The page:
Writings in the Old English period
Writings in West Saxon
The documents which have survived from the Old English period are clearly only a fraction of what was originally composed or translated. For instance for the large central area of Mercia (between the Humber and the Thames) there is relatively little available, probably because of the havoc wreaked in the monasteries by the Viking invaders as of the late 8th century. What documents there are reflect the political dominance of the regions throughout the Old English period. Very roughly one can maintain that there was a general displacement of political power from north to south with Northumbria dominant in the 7th, Mercia in the 8th and West Saxony (south of the Thames) after the 9th century.
The Runic alphabet was a development of an alphabet — probably from south-central Europe — in the early centuries AD and which was used for inscriptional and perhaps secretive purposes.
Franks Casket A box of whalebone from ca. 650 discovered in Auzon, France by the archaeologist Sir Augustus Franks. The text it contains consists of fragments from the Bible and some Germanic and Roman material.
Ruthwell Cross This is a stone artefact from ca. 750 located in a church in Dumfries, Scotland. It also shows fragments of a text which correspond to the West-Saxon poem Dream of the Rood.
There are early non-Runic texts for Old English which can be termed collectively Mercian glossaries and consist of the following individual texts.
Épinal Glossary Manuscript from Épinal in France. Dates from about 695.
Corpus Glossary Manuscript in Corpus Christi College, Cambridge. Dates from about 700.
Erfurt Glossary A collection of glosses, transcribed by a German scribe in eastern Germany, from about 800.
Rushworth Gospel Glosses on the gospel according to Matthew. There are later glosses on the gospels according to Mark, Luke and John, known collectively as Rushworth 2 (as opposed to the earlier Rushworth 1).
Vespasian Psalter Glosses from around 800. Somewhat later one has the glosses in the Durham Ritual and the Lindisfarne Gospels.
Other early texts come from about the mid 8th century, e.g the two poems Bede's Death Song and Cædmon's Hymn (about the first Christian poet in England in the late 7th century, a lay brother from a rural background — the hymn is also available in a later West-Saxon rendering). For the Old English dialect of Kent (deriving from early Jute settlers) there are some religious texts along with documents such as charters and wills.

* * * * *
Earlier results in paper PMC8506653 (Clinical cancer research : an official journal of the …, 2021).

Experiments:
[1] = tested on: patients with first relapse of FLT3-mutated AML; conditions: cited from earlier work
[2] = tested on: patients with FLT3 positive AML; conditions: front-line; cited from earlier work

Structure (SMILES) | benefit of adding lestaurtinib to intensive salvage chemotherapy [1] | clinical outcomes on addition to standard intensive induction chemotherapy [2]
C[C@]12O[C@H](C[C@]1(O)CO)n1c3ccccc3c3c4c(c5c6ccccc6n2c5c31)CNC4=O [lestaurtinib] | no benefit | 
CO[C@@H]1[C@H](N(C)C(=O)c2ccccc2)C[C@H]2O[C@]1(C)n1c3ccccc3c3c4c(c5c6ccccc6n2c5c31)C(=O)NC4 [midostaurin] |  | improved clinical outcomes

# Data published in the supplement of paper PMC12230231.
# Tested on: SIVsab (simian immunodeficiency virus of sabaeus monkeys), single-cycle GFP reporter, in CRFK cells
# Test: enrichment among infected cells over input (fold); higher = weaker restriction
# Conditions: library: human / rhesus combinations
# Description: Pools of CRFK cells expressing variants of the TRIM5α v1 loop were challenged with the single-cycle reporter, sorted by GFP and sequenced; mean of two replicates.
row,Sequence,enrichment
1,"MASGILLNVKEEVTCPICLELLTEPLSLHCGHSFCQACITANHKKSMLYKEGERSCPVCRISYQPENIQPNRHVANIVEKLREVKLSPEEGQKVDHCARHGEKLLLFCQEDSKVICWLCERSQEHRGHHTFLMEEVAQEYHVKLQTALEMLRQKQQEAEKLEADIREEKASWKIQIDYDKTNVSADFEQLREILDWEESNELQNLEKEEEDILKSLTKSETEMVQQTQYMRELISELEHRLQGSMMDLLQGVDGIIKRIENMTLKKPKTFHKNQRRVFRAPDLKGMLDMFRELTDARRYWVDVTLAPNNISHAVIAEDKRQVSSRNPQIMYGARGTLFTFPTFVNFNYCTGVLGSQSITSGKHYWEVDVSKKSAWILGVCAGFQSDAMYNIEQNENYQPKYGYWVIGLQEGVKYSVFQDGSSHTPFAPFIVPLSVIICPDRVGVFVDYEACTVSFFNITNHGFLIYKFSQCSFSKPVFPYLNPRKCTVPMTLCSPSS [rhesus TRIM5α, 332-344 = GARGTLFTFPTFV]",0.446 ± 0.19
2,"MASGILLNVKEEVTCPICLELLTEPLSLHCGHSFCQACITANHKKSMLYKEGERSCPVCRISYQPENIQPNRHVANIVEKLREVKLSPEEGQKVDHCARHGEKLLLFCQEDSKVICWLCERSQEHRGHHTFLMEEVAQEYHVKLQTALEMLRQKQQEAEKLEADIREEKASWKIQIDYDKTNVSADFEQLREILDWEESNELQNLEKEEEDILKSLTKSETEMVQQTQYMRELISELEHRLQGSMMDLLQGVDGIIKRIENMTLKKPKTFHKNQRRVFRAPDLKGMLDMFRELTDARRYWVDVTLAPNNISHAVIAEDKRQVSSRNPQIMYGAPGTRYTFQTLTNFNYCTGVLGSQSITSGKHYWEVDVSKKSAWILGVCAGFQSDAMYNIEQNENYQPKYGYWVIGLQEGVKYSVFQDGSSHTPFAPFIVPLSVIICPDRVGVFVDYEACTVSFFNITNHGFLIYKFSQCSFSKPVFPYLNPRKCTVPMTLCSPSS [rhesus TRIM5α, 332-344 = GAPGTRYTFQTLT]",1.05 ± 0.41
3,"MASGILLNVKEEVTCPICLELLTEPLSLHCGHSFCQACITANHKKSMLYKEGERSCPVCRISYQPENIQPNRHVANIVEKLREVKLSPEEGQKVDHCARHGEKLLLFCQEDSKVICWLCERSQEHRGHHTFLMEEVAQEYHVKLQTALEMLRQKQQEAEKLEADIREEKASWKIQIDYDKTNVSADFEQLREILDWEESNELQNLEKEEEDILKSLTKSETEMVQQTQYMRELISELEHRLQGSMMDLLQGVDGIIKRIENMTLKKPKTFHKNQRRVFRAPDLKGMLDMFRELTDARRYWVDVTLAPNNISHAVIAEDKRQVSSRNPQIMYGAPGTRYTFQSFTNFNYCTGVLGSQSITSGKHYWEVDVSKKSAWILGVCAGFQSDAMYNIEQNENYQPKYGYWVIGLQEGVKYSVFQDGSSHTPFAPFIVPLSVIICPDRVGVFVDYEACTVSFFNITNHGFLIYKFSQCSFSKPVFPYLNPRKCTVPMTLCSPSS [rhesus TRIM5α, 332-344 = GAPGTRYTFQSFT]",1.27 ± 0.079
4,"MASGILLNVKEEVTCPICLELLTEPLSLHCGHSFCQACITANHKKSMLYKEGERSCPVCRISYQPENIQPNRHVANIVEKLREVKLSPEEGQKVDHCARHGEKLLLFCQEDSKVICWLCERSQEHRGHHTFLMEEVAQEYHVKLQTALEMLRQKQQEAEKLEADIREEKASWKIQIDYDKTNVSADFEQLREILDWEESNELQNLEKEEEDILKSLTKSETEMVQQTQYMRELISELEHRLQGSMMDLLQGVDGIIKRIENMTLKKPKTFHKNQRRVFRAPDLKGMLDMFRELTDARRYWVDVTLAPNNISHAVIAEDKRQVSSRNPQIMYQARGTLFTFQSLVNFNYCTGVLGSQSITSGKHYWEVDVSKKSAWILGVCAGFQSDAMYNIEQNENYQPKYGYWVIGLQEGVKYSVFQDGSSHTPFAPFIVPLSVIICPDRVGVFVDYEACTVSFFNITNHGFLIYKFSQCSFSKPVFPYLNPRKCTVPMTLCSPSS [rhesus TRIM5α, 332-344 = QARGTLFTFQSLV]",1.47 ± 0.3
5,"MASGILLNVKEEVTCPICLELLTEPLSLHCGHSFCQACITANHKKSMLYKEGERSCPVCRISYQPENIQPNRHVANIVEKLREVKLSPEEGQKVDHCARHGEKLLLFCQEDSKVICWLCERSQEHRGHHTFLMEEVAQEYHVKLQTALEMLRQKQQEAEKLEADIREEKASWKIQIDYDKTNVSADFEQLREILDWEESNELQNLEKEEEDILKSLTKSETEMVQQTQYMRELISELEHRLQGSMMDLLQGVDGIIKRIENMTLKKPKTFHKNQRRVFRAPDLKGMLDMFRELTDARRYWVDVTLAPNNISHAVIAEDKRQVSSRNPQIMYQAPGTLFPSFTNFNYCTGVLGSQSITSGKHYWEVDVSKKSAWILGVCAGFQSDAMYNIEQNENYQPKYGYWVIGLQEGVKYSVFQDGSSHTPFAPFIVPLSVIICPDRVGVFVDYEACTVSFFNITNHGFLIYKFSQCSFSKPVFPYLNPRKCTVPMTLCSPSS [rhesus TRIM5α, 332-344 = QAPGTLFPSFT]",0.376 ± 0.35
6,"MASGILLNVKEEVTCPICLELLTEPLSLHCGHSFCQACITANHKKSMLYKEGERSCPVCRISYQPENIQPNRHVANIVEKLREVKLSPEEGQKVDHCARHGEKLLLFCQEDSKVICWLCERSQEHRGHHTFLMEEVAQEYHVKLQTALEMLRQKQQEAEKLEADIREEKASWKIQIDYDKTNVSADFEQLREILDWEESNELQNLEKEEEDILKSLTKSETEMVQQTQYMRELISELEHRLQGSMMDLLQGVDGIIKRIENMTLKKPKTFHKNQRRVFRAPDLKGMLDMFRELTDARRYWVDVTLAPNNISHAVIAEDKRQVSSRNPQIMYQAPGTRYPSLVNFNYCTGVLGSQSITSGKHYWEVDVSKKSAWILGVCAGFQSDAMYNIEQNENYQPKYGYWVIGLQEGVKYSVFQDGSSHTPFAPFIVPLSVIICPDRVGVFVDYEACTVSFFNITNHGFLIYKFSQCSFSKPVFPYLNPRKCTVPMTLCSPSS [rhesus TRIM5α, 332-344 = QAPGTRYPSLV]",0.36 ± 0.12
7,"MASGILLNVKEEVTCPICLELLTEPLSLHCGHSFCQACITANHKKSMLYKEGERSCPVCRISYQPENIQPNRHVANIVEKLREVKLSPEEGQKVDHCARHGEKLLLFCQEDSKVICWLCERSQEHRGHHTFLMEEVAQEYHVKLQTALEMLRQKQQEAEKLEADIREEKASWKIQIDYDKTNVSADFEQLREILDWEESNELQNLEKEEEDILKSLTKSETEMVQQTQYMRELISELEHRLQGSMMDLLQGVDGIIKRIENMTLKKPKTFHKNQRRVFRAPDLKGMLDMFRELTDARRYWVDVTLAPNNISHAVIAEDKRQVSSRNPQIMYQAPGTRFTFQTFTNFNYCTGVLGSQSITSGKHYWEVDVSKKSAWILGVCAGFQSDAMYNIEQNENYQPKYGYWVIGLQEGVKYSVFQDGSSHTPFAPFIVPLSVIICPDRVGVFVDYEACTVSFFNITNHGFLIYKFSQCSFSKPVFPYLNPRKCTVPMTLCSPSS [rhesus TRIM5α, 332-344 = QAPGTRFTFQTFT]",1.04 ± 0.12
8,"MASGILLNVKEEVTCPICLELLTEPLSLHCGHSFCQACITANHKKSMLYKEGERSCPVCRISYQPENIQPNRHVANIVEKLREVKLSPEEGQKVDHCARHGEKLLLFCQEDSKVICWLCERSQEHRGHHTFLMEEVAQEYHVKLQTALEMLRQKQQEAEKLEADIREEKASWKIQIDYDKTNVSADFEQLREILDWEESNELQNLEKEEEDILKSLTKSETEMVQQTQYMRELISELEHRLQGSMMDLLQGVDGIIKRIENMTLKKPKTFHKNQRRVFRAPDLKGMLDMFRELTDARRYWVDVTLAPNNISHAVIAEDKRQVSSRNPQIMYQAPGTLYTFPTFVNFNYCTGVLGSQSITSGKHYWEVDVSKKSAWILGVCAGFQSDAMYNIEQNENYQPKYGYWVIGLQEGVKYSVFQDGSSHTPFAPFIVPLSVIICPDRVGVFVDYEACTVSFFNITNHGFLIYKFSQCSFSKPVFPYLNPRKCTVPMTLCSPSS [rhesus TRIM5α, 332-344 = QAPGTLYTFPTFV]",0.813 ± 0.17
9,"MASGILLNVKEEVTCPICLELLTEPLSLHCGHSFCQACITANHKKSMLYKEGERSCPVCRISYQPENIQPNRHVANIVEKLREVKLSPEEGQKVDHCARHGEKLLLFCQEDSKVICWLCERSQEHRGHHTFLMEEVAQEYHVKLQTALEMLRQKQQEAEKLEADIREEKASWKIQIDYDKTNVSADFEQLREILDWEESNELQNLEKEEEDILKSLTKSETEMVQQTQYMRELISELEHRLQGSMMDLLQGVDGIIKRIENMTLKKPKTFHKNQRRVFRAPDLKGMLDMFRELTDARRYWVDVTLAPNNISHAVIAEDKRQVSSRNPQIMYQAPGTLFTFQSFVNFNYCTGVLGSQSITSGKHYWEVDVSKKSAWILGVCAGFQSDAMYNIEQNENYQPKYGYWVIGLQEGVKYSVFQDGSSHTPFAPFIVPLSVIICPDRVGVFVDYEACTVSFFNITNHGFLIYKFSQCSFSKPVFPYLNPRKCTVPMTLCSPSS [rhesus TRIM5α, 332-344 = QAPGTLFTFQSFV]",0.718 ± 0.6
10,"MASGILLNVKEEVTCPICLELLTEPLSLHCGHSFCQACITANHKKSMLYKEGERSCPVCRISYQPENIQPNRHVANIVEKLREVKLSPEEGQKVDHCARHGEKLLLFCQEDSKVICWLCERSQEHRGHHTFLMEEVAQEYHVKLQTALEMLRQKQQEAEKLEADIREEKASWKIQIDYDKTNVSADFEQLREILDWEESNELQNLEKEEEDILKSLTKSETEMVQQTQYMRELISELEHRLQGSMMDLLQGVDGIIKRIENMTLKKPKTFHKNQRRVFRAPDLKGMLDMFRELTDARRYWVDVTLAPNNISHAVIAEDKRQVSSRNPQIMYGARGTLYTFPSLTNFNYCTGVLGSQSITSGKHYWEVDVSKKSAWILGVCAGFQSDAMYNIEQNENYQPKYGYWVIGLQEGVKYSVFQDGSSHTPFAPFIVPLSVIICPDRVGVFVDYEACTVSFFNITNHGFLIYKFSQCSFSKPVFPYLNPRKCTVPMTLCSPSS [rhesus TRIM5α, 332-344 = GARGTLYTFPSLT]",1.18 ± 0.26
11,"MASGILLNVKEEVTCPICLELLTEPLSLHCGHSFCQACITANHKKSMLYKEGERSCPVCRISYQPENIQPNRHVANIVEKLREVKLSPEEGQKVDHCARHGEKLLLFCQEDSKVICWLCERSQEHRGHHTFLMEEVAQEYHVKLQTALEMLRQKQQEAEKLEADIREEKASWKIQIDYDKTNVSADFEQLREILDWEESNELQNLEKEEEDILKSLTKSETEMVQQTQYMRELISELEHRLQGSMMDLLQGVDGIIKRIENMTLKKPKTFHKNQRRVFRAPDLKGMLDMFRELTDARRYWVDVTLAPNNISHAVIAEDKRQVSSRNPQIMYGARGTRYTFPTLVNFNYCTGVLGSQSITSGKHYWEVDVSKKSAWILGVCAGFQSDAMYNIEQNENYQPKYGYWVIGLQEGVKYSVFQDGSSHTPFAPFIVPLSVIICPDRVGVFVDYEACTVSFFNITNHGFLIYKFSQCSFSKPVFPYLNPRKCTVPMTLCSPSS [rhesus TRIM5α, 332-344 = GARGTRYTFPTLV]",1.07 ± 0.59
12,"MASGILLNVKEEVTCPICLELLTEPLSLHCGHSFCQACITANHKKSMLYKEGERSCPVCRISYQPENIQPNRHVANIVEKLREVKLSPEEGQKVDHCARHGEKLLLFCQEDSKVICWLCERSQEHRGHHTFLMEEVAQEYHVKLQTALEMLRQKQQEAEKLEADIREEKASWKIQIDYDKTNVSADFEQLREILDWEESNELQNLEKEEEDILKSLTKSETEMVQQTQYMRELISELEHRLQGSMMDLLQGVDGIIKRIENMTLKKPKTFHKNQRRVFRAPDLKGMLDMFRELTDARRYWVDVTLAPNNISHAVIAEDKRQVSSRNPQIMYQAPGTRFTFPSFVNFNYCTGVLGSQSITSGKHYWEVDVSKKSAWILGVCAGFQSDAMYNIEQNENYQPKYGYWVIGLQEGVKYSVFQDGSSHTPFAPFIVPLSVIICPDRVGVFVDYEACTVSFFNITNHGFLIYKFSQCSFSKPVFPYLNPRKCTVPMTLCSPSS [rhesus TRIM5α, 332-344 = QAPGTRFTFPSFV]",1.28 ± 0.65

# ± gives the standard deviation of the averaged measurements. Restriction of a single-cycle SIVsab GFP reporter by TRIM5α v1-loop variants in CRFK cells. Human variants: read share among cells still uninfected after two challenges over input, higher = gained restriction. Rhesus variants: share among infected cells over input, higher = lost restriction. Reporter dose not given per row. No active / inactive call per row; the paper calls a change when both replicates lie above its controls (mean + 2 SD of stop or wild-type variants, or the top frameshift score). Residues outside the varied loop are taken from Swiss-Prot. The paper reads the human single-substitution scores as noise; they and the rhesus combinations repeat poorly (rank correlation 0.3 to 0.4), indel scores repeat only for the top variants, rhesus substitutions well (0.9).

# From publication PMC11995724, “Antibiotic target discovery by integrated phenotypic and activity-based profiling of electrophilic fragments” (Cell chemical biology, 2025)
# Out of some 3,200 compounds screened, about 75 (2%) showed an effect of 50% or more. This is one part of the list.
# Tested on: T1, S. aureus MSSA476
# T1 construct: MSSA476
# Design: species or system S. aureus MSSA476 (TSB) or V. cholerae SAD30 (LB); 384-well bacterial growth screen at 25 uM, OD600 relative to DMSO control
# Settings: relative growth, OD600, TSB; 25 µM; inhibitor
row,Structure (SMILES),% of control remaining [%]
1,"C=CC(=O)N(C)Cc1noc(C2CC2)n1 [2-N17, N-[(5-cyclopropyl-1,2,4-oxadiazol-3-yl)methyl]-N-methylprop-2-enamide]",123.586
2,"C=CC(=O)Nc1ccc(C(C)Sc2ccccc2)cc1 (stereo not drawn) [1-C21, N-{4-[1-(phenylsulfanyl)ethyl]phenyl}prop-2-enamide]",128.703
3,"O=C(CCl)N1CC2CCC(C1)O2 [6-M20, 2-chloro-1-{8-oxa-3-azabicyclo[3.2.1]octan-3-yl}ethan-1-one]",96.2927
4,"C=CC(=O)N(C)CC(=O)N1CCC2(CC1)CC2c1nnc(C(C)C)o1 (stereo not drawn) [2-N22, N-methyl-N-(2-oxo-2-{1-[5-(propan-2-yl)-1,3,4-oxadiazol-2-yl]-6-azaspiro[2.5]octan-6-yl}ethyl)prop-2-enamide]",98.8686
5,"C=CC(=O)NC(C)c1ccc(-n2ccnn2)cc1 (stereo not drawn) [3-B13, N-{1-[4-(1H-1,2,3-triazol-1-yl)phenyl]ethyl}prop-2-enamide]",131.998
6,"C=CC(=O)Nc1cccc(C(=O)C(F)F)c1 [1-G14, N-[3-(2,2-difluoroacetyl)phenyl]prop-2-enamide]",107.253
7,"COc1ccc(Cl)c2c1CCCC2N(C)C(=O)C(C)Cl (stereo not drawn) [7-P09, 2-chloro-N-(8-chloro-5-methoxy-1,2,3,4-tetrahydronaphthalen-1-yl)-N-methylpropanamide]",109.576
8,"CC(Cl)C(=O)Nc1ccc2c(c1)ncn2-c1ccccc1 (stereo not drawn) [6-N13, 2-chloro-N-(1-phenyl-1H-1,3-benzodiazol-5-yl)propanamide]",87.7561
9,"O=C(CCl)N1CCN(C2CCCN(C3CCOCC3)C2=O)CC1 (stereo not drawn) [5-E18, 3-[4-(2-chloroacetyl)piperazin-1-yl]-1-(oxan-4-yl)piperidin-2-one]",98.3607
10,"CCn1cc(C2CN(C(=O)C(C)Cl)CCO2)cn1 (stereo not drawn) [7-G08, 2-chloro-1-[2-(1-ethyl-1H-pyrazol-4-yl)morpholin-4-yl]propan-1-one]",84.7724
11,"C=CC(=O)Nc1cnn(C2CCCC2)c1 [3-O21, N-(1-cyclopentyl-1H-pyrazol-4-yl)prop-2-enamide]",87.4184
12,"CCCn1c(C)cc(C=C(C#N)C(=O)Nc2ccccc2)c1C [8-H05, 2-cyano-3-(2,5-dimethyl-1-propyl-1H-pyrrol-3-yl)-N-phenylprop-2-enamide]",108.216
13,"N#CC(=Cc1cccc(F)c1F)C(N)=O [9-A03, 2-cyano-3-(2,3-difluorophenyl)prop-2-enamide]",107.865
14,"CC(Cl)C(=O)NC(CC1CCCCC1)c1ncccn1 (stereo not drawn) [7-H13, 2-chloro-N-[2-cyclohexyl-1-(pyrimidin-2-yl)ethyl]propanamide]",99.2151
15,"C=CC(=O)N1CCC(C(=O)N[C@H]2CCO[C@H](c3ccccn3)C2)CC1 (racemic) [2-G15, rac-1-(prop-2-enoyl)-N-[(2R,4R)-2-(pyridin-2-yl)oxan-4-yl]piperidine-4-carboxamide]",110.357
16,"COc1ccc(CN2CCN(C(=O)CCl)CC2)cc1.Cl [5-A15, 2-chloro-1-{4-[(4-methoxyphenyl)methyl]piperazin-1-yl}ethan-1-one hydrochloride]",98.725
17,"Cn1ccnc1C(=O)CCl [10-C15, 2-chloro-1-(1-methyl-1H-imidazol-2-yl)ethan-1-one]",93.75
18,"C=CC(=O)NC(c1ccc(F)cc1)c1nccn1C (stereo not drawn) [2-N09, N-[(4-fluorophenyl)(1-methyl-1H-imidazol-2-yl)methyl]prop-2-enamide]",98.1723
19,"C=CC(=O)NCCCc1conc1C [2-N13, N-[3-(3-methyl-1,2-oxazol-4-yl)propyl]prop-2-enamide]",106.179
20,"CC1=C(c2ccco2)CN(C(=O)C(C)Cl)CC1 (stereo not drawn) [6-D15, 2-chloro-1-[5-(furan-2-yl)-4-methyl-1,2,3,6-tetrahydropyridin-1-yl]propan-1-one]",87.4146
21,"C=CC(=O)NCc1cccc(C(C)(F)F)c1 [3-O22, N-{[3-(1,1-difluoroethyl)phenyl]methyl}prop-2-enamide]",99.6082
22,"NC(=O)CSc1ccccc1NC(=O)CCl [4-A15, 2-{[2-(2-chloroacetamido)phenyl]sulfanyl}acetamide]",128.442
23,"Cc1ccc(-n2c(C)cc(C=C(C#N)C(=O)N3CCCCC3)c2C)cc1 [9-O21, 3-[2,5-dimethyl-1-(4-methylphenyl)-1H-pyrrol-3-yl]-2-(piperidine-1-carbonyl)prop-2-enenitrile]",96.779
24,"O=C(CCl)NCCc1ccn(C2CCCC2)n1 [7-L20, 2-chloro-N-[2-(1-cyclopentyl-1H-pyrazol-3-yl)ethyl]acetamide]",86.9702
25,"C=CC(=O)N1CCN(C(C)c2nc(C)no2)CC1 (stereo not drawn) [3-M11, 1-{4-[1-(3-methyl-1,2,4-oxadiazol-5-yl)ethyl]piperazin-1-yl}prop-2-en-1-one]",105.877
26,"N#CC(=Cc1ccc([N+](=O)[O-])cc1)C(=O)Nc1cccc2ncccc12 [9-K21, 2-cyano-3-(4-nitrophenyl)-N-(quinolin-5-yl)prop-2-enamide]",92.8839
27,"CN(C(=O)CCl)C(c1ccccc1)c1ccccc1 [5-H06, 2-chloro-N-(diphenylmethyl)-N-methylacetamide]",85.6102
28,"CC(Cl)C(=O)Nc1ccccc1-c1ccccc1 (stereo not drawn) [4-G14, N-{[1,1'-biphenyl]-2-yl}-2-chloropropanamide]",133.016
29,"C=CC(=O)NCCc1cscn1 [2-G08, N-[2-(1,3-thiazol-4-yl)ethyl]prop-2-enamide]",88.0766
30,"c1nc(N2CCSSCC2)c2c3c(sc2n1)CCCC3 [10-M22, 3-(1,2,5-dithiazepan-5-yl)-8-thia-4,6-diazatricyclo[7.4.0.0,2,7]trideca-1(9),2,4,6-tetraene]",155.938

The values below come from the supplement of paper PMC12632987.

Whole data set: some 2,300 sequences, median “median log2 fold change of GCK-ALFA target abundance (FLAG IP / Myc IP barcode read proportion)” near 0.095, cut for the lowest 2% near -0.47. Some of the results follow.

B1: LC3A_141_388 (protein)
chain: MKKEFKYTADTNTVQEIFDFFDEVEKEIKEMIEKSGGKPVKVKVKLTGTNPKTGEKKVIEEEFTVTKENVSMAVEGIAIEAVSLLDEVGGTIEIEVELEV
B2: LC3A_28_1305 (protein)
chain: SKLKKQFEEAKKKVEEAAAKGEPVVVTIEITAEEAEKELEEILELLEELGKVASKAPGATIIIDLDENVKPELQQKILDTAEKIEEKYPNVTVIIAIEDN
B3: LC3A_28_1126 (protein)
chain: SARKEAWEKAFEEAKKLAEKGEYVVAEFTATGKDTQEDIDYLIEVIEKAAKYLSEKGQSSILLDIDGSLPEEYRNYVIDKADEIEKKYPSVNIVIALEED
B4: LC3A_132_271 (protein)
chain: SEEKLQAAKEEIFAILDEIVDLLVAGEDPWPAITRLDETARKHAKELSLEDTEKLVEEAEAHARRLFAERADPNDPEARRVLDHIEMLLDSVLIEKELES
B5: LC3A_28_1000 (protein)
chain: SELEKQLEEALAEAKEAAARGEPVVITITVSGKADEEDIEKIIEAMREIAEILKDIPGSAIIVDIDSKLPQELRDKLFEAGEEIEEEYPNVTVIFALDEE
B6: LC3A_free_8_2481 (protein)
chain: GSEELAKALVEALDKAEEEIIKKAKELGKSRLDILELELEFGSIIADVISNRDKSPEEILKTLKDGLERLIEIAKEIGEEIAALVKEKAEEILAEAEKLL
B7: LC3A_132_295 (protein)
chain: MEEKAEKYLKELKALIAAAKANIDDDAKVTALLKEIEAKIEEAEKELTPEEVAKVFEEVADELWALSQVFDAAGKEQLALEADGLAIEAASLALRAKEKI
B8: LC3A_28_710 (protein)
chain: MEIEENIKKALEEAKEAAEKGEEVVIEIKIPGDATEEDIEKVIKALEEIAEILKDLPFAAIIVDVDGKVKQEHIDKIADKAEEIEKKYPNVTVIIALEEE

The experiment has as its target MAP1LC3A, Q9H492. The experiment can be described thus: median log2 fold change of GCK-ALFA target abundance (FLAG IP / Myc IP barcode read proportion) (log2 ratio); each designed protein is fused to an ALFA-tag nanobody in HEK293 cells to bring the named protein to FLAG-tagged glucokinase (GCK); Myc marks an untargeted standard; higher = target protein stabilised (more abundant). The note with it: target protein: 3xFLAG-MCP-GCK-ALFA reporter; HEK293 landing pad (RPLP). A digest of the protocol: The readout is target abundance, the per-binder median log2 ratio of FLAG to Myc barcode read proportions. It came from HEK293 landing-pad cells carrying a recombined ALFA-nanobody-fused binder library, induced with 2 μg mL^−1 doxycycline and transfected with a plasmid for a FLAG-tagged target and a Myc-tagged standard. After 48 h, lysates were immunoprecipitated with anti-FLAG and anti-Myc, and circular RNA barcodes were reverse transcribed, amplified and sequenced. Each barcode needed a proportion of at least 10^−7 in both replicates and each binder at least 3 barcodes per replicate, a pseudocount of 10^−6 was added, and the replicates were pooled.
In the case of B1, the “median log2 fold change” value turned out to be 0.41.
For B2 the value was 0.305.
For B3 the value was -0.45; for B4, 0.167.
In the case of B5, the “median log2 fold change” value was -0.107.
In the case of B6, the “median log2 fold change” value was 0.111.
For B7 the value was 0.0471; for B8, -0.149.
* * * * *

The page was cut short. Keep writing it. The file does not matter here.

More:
Writings in West-Saxon
The main dialect of Old English, West-Saxon, is best atttested given the politically dominant position of this region in later times, particularly during the Viking period (roughly from the 9th century onwards) when it remained outside the sphere of Norse influence.
The Anglo-Saxon Chronicle is a record of contemporary military and political events which was started by King Alfred and continued — with more or less serious interruptions — until the 12th century. There are seven surviving manuscripts. Two of the best known are the Parker Chronicle (once in the possession of the 16th century Archbishop Matthew Parker) and the Peterborough Chronicle which was copied by monks at Peterborough.
King Alfred is known not just for his military leadership against the Viking intruders in England but also for his reformatory zeal. In connection with the revival of monastic life which he initiated should be seen the many translations which he made — or rather had made. Among these are the following works written originally in Latin of course.
Cura Pastoralis, ca. 893 by Pope Gregory (540-604) which has a preface by Alfred himself and which offers insight into the cultural situation of his time.
Historia mundi adversus paganos by Orosius (ca. 380-420) is a history of the world including a report of travel abroad by the Englishman Wulfstan to Estmere (the Baltic Sea).
De consolatione philosophiae ‘The consolation of philosophy’ This is the major work by the Roman philosopher and statesman Boethius (480-524) written while he was (wrongly) imprisoned.
Historia ecclesiastica gentis anglorum This is the major historical work of the Old English period, written by the Northumbrian monk Bede (Beda Venerabilis. ca. 672-735) from whom stems the account of the original invasion of England by Hengest and Horsa, two Jute leaders in the mid 5th century.
The main literary piece from the Old English period is the epic poem Beowulf. There is much debate about date and source of the poem. Many authors assume that it was written in Mercian or Northumbrian in the 8th century; others assume that it was purely oral before being committed to writing later. The surviving manuscript is from ca. 1000 and is written in West Saxon. Certain facts do however allow a relative chronology for the poem: it was definitely composed after the 7th century as it contains many Christian elements.
Apart from this epic there are many shorter poems such as The Battle of Maldon (after an actual battle fought in 991 in Essex), The Wanderer, The Seafarer, The Dream of the Rood and The Rune Poem. Cynewulf (8th - 9th century) is a Northumbrian whose name appears after some poems in two Old English collections, The Exeter Book (ca. 975) and The Vercelli Book (10th century).
The major author of the Old English period is an abbot at Winchester named Ælfric (ca. 955-1020) who composed both religious and secular texts such as his Sermons, his Lives of the Saints and a Latin Grammar. He also wrote a number of conversational exchanges for educational purposes in Latin and English, his Colloquy.
Another named author of the Old English period is Bishop Wulfstan (died 1023) who worked at York and is the author of Sermo lupi ad Anglos ‘Sermon to the English’ (1014).